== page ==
Washington Louisiana officials are preparing to send out nearly 1 million mailers as part of a campaign to tell voters who fled the wrath of Hurricane Katrina how to cast ballots from afar, a problem not as widespread in other Gulf Coast states.
"It's unfair to think that displaced people would be election experts," Louisiana Secretary of State Al Ater said Saturday during a conference of secretaries of state.
Ater said he wants every voter driven out of Louisiana to have "the opportunity to participate, if they want, and that the bar is no higher for them to participate than it is if somebody's home didn't get destroyed."
In contrast, Mississippi faces fewer challenges because many of those who were displaced along the coast moved inland but are still in the state, its secretary of state, Eric Clark, told the conference.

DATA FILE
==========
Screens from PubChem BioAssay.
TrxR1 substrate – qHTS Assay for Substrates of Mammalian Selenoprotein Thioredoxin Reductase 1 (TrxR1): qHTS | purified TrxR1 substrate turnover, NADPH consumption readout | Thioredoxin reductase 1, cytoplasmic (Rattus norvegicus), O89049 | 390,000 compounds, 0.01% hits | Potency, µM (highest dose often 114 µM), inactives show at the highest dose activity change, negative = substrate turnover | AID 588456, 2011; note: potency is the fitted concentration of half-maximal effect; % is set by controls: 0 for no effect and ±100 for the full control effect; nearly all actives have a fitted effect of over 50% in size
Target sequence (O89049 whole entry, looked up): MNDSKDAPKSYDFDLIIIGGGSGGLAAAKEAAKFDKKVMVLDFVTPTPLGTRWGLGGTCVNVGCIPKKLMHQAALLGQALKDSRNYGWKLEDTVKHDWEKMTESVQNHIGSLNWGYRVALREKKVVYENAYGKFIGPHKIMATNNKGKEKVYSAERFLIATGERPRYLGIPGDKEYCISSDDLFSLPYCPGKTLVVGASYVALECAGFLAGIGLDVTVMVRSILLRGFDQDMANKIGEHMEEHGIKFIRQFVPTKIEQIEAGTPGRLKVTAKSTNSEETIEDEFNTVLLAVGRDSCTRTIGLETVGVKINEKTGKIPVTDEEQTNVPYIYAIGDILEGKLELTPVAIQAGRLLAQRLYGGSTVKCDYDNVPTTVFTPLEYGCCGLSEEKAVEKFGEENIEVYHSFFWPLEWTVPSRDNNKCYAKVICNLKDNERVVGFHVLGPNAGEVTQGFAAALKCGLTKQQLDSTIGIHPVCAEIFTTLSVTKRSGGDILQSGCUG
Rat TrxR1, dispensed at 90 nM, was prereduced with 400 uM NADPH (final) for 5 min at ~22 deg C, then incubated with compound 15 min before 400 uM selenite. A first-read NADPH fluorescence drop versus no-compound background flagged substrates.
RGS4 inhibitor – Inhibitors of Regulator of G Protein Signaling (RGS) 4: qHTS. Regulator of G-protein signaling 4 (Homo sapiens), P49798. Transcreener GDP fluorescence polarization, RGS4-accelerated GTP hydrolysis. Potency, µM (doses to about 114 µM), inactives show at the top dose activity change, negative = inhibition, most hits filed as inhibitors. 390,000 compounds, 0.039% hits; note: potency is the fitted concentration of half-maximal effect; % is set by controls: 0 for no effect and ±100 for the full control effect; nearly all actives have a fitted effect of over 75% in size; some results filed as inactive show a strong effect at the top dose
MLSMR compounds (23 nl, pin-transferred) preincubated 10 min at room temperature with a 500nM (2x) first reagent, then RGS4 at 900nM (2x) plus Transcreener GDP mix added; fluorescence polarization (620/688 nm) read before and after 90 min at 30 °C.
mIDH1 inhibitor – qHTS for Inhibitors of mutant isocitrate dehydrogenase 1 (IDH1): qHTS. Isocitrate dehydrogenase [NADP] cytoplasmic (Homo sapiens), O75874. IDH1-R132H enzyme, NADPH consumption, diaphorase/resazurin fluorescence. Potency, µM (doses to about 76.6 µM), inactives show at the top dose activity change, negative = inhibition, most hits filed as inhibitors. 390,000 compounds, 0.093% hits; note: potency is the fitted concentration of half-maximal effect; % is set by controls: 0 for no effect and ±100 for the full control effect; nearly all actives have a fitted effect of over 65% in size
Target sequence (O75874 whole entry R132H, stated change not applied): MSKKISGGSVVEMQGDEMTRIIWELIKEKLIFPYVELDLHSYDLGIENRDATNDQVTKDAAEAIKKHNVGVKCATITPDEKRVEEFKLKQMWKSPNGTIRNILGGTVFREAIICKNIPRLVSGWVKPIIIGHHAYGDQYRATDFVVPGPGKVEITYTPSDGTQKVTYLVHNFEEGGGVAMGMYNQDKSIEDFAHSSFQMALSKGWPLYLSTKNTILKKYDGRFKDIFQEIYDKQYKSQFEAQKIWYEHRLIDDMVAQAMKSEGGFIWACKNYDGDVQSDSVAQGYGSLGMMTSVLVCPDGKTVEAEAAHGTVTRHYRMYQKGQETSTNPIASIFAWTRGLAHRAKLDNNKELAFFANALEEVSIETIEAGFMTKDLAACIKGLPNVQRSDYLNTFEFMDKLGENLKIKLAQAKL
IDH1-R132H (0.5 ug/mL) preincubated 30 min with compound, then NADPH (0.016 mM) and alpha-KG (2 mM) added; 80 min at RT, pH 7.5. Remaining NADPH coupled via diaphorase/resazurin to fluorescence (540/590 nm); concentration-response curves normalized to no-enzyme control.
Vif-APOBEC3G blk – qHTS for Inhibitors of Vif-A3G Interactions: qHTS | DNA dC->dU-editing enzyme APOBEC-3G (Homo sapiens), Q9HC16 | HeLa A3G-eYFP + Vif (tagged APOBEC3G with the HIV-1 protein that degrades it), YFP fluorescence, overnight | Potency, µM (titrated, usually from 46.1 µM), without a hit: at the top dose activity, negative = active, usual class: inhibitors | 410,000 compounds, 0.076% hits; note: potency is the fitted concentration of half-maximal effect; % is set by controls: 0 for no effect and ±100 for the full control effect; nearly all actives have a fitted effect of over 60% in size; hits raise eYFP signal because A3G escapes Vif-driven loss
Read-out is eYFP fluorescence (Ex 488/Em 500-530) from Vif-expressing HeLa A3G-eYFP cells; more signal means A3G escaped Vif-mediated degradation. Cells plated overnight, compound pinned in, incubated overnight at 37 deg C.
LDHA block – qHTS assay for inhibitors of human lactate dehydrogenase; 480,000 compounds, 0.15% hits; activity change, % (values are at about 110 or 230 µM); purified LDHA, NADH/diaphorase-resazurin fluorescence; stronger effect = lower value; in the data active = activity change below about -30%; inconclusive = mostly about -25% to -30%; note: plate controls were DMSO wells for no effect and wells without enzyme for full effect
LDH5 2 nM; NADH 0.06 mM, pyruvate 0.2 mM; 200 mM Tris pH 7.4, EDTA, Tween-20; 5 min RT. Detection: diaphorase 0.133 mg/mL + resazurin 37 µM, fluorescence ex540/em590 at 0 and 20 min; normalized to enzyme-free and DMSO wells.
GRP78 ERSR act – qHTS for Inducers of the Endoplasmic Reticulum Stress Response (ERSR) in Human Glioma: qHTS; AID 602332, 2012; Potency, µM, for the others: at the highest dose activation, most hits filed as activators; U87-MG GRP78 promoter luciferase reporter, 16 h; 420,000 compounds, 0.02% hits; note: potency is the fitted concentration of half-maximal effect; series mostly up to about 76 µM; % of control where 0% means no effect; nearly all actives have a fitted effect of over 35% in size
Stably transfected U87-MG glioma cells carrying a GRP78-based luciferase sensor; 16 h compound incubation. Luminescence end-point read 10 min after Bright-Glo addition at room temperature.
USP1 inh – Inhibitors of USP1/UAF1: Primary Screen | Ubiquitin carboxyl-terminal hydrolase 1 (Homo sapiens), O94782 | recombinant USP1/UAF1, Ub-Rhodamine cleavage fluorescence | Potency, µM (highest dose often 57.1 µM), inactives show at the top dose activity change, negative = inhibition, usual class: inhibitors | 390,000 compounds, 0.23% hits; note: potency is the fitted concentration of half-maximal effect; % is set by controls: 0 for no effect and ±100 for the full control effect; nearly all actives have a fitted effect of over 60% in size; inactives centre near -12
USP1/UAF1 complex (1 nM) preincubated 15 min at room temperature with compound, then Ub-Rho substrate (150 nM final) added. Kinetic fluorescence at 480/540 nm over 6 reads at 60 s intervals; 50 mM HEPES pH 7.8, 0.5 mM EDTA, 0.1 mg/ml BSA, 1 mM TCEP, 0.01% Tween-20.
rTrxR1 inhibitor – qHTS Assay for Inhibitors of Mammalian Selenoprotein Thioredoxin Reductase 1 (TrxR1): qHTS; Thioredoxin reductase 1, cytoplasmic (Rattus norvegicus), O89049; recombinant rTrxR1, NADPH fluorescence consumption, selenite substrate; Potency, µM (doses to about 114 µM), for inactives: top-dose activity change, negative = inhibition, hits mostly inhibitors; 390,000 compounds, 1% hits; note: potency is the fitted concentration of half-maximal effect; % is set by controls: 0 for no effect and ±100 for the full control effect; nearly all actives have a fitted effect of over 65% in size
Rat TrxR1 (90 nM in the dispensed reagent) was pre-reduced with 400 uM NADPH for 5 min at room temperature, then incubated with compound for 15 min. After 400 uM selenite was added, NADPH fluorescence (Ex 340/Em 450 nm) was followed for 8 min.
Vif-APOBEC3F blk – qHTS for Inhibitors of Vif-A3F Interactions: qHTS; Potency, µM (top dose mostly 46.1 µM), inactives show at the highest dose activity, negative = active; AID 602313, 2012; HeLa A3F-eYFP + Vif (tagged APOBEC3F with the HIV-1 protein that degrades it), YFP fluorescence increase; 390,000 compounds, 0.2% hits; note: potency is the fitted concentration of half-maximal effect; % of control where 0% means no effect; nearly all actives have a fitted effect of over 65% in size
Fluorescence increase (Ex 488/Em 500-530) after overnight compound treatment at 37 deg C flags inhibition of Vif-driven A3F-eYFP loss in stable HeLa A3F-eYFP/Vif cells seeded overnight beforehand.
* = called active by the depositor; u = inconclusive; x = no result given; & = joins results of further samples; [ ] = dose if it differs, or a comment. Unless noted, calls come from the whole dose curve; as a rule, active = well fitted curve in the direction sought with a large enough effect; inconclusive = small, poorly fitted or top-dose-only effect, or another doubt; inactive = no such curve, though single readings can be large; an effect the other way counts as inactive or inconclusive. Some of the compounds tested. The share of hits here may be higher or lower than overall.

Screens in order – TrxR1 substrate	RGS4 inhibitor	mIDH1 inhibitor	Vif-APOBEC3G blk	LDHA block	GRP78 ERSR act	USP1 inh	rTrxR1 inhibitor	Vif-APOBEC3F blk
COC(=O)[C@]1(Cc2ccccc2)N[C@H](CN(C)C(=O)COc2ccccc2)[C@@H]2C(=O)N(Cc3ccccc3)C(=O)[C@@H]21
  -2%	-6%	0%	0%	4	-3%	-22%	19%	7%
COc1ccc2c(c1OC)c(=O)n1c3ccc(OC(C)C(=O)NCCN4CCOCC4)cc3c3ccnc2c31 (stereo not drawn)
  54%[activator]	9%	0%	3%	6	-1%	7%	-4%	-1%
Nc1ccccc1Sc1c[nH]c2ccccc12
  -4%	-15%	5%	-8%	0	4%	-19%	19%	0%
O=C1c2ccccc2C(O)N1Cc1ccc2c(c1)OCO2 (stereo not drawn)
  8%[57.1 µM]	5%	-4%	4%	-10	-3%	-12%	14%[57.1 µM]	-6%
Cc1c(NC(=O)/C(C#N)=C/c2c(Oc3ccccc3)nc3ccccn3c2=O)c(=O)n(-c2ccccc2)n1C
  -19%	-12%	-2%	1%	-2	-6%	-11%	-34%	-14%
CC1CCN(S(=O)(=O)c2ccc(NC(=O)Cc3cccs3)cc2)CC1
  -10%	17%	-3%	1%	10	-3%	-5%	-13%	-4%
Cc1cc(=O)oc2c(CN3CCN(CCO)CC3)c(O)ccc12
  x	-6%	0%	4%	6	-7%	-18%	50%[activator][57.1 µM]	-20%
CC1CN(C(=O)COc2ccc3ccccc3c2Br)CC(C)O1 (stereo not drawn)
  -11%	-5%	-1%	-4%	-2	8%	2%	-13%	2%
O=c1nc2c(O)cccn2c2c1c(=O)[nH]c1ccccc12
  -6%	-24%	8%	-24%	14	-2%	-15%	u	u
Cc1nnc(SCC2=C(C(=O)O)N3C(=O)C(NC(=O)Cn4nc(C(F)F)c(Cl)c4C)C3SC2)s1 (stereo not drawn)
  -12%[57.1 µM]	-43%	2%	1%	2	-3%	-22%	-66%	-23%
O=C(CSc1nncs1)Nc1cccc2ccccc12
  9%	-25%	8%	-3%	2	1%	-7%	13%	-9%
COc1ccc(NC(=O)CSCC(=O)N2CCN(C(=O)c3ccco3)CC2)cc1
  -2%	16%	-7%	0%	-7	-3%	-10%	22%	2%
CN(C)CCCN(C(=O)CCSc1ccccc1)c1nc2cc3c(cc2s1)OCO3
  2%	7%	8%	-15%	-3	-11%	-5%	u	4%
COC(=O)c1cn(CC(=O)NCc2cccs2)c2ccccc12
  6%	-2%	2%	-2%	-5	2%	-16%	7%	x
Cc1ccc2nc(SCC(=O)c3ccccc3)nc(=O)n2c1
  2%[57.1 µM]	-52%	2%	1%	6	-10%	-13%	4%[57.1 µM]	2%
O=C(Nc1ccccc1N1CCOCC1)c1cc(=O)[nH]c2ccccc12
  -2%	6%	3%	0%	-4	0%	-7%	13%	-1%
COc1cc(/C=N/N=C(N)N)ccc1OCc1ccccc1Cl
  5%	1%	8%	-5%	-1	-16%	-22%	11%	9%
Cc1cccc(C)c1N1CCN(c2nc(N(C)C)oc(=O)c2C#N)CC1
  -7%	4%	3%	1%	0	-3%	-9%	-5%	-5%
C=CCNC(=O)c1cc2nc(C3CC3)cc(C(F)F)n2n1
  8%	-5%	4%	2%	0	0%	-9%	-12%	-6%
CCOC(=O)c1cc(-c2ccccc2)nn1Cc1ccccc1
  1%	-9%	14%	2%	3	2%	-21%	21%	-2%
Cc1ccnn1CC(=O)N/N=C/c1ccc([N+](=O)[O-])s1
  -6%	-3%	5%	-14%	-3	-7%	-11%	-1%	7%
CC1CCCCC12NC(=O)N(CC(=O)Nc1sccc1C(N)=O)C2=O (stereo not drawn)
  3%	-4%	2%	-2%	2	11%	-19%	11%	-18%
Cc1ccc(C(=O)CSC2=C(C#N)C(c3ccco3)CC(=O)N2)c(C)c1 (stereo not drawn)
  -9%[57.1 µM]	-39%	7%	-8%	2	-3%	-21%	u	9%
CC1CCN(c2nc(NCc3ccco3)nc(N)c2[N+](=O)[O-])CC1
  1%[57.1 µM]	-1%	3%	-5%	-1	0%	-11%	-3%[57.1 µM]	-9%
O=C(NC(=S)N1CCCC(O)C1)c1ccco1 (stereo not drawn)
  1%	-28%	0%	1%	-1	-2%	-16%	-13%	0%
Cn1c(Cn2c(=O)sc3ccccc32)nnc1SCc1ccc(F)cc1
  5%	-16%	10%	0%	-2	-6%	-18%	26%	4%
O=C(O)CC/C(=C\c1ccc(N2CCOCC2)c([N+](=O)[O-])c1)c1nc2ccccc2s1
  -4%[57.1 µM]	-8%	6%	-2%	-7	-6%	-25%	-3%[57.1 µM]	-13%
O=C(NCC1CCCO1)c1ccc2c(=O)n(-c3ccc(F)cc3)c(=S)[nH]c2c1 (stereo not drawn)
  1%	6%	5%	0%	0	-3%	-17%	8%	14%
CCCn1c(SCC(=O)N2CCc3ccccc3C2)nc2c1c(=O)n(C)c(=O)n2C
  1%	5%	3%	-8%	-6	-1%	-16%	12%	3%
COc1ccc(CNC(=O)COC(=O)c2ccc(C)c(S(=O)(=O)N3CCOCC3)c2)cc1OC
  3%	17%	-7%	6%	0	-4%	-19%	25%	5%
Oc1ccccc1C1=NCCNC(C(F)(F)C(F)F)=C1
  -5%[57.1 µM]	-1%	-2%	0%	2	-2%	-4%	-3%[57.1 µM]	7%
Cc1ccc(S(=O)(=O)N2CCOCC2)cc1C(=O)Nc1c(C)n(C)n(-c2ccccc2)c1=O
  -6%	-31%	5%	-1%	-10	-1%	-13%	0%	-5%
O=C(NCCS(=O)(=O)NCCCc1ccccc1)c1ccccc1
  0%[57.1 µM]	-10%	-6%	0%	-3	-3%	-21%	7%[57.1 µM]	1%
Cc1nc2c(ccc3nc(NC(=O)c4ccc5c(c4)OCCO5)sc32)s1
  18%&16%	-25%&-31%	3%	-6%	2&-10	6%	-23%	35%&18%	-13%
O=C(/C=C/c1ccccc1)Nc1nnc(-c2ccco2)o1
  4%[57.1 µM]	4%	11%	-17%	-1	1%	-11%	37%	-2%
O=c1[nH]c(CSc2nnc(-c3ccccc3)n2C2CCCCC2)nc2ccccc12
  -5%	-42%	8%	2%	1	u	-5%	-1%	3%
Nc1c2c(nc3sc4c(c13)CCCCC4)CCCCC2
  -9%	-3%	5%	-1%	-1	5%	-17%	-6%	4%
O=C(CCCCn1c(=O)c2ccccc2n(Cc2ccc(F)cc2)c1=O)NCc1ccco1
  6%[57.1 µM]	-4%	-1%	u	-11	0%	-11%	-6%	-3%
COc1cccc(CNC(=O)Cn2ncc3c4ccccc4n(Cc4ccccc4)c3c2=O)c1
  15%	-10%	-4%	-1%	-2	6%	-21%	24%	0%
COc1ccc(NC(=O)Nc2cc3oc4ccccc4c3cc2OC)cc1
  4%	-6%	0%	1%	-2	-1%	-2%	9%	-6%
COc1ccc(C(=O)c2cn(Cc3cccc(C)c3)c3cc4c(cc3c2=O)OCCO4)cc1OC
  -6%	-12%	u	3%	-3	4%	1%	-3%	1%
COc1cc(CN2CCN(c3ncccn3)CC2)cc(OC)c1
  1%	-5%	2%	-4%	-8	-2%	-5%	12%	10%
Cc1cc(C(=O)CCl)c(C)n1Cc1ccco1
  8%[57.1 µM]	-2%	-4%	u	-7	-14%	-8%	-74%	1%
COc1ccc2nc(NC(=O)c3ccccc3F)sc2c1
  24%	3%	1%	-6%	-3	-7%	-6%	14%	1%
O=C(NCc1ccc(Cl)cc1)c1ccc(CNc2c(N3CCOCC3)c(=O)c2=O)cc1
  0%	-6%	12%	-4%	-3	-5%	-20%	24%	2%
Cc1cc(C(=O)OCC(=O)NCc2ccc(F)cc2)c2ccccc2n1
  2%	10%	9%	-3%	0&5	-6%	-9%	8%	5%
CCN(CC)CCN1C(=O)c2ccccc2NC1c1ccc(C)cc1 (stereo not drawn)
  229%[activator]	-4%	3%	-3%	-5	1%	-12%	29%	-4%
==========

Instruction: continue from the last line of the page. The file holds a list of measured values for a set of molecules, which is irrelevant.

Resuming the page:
Mississippi is considering consolidating voting areas to create "mega-precincts" where population density is lower, and it will also try to identify people who could cast absentee ballots, Clark said.
Nancy Worley, Alabama's top election official, said her state is more prepared for disasters because it was hit by Hurricane Ivan in 2004.
"As a result of that experience, we had learned a great deal about preparation," Worley said.
Still, Worley added, her office is only now getting reports from some of the polling places damaged by Katrina.
Louisiana officials estimated that 400,000 registered voters were displaced by the storm that ravaged the coast last summer. Displaced voters have relocated to every state except Alaska, Ater said.
No estimates of displaced voters were immediately available for Mississippi and Alabama.
Before Katrina intervened, voters in New Orleans had been scheduled to pick a mayor and other city officials on Saturday. Elections are now planned for April 22, with a runoff, if necessary, on May 20. Ater said he hopes that November elections in the state will go ahead without major problems.